Oh, yes, did I forget to mention that I kept traveling? :) Around mid-2011 I began getting a bit bored with South Korea. It’s not a particularly huge country (about the size of Indiana in the US, or Portugal in Europe), and getting around is surprisingly easy. It was then that I began proactively seeking the weirder or unusual places around the country. These were generally places that were harder to reach, further off-the-beaten-path, or the sort of things I accidentally stumbled across while trying to reach somewhere else.

And boy, were there plenty of these around. Beyond making excellent posts for the blog (visible here now, of course), over 100 of the best ones were included in a book that came out in 2013, entitled Weird and Wonderful Korea.

Around the end of 2011, I began writing articles for Travel Wire Asia - a multi-author websites covering destinations, food, and so on around Asia. They liked what they saw, and invited me to join their blog full-time. The plan, presumably, was to group everyone’s blogs under one roof, which would give more traffic to everyone. That involved redirecting chrisinsouthkorea.com to their site. It was a little odd at first, not having control over the layout or having the ability to add plug-ins, but things settled and worked out well. They did an import of my posts, essentially making a copy from the WordPress blog to their own servers. That worked out well, until I realized there were posts missing, photos missing, and a number of posts were missing some to most of their content. This required some sorting out.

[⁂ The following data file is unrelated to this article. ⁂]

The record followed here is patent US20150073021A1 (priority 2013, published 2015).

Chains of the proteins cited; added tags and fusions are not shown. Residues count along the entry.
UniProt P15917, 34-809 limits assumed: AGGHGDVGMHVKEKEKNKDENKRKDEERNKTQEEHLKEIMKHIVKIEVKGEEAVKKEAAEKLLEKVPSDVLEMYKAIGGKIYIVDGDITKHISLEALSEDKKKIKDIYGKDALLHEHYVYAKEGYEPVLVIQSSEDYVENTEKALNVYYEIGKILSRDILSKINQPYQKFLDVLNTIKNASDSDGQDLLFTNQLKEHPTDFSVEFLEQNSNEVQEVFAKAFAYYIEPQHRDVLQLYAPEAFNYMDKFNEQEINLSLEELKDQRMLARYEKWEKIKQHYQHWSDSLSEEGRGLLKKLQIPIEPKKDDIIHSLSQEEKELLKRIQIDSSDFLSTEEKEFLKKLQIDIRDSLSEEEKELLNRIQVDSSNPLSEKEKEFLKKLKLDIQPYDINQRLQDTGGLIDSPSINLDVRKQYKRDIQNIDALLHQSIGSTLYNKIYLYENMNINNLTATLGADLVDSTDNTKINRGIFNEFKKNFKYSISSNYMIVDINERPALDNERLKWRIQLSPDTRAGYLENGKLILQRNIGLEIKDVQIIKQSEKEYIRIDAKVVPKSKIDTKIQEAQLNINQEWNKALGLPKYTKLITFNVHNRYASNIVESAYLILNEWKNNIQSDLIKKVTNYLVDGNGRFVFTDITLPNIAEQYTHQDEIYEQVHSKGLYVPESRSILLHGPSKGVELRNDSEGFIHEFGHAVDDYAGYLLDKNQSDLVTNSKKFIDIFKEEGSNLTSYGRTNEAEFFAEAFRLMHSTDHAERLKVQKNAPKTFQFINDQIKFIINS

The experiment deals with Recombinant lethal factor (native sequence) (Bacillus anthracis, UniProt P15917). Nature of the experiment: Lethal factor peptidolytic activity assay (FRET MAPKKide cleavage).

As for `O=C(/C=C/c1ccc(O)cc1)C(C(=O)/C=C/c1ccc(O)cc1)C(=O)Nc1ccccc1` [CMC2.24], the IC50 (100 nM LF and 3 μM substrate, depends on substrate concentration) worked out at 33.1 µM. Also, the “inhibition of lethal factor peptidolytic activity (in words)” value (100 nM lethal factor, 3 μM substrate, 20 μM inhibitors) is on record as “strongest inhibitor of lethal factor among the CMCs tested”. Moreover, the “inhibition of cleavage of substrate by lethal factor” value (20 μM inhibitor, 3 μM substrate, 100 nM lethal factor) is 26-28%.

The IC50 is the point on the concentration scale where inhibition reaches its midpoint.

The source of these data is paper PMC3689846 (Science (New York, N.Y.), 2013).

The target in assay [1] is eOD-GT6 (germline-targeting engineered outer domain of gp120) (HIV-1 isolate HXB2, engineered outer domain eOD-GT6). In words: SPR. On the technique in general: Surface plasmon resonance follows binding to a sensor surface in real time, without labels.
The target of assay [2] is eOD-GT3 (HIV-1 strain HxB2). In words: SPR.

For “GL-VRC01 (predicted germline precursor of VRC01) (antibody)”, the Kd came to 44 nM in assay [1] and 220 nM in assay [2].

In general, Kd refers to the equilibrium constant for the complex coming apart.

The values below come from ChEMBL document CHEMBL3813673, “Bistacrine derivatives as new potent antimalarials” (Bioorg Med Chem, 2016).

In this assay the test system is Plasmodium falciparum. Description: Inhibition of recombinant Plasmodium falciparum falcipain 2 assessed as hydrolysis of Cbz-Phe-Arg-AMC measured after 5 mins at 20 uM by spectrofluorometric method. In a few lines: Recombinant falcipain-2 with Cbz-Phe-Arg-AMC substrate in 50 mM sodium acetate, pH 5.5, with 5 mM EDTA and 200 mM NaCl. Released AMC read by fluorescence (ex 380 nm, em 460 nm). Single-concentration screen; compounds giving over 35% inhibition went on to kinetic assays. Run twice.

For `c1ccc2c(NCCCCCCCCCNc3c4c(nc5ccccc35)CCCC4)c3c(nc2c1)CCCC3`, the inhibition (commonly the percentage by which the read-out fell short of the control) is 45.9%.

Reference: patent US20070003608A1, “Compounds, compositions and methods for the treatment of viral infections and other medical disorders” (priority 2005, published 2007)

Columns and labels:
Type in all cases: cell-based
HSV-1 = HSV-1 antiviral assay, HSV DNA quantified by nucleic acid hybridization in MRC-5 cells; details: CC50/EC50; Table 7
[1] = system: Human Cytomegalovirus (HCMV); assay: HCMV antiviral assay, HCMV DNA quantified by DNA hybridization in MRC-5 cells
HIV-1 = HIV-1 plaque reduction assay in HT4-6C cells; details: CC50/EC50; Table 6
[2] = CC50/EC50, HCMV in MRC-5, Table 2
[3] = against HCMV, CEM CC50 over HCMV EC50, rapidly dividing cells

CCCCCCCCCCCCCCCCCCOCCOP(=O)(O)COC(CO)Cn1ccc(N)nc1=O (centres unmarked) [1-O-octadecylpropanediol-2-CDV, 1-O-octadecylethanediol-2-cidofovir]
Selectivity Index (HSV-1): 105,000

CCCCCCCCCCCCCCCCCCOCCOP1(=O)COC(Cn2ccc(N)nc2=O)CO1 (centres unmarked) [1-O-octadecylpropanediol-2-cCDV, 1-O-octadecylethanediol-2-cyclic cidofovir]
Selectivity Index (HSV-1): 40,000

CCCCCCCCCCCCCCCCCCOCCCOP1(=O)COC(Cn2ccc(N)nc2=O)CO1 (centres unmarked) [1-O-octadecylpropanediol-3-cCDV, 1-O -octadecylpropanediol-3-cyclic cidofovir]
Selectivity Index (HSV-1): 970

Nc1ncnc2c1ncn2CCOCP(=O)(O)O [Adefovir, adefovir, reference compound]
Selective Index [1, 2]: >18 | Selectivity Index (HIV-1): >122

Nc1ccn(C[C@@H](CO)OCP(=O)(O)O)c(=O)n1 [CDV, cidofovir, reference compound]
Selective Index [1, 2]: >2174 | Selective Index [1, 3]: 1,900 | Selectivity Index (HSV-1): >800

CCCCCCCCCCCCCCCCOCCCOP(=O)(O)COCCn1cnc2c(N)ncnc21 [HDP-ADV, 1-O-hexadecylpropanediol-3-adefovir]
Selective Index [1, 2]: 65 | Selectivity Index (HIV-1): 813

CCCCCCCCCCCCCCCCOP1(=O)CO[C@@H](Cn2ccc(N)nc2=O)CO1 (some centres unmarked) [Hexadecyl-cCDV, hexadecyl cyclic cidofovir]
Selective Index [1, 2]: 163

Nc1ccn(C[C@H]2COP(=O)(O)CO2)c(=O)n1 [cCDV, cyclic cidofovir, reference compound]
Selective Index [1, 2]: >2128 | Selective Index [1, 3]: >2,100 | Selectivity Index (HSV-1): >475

I blogged with Travel Wire Asia without incident until January 2013, when they decided to go in a different direction. No hard feelings – they were great to work with, but it was time to get back to blogging for myself on my own website. My hosting with WebHostingPad was set to run out soon, so I jumped ship to Bluehost and began trying to put the pieces back together. Because the backup I had taken beforehand wasn’t compatible with Bluehost’s cPanel, I had to rely on Travel Wire Asia’s export file – about a 4GB download of thousands of pictures and hundreds of posts – along with an export of the first thousand or so posts from Blogpost. Top that off with thousands of pictures from the Blogspot blog, and thousands more from Flickr. It took a few long days, but Chris in South Korea was eventually reassembled, and all was well with the universe again.

In planning a move to Thailand in early 2013, I soon realized I couldn’t keep blogging about Thailand on a blog called Chris in South Korea. Naturally, I started a new WordPress blog - Chris in Thailand - complete with its own domain name. After traveling to Malaysia and Laos, I realized I would need a stable website for all my travels, and eventually chose the name One Weird Globe.

My aim is to explore this weird globe we live on, one country at a time, for as long as I’m physically able. My wonderful wife (a Canadian I met in Korea) also enjoys getting well off-the-beaten-path, and that’s our plan for the forseeable future.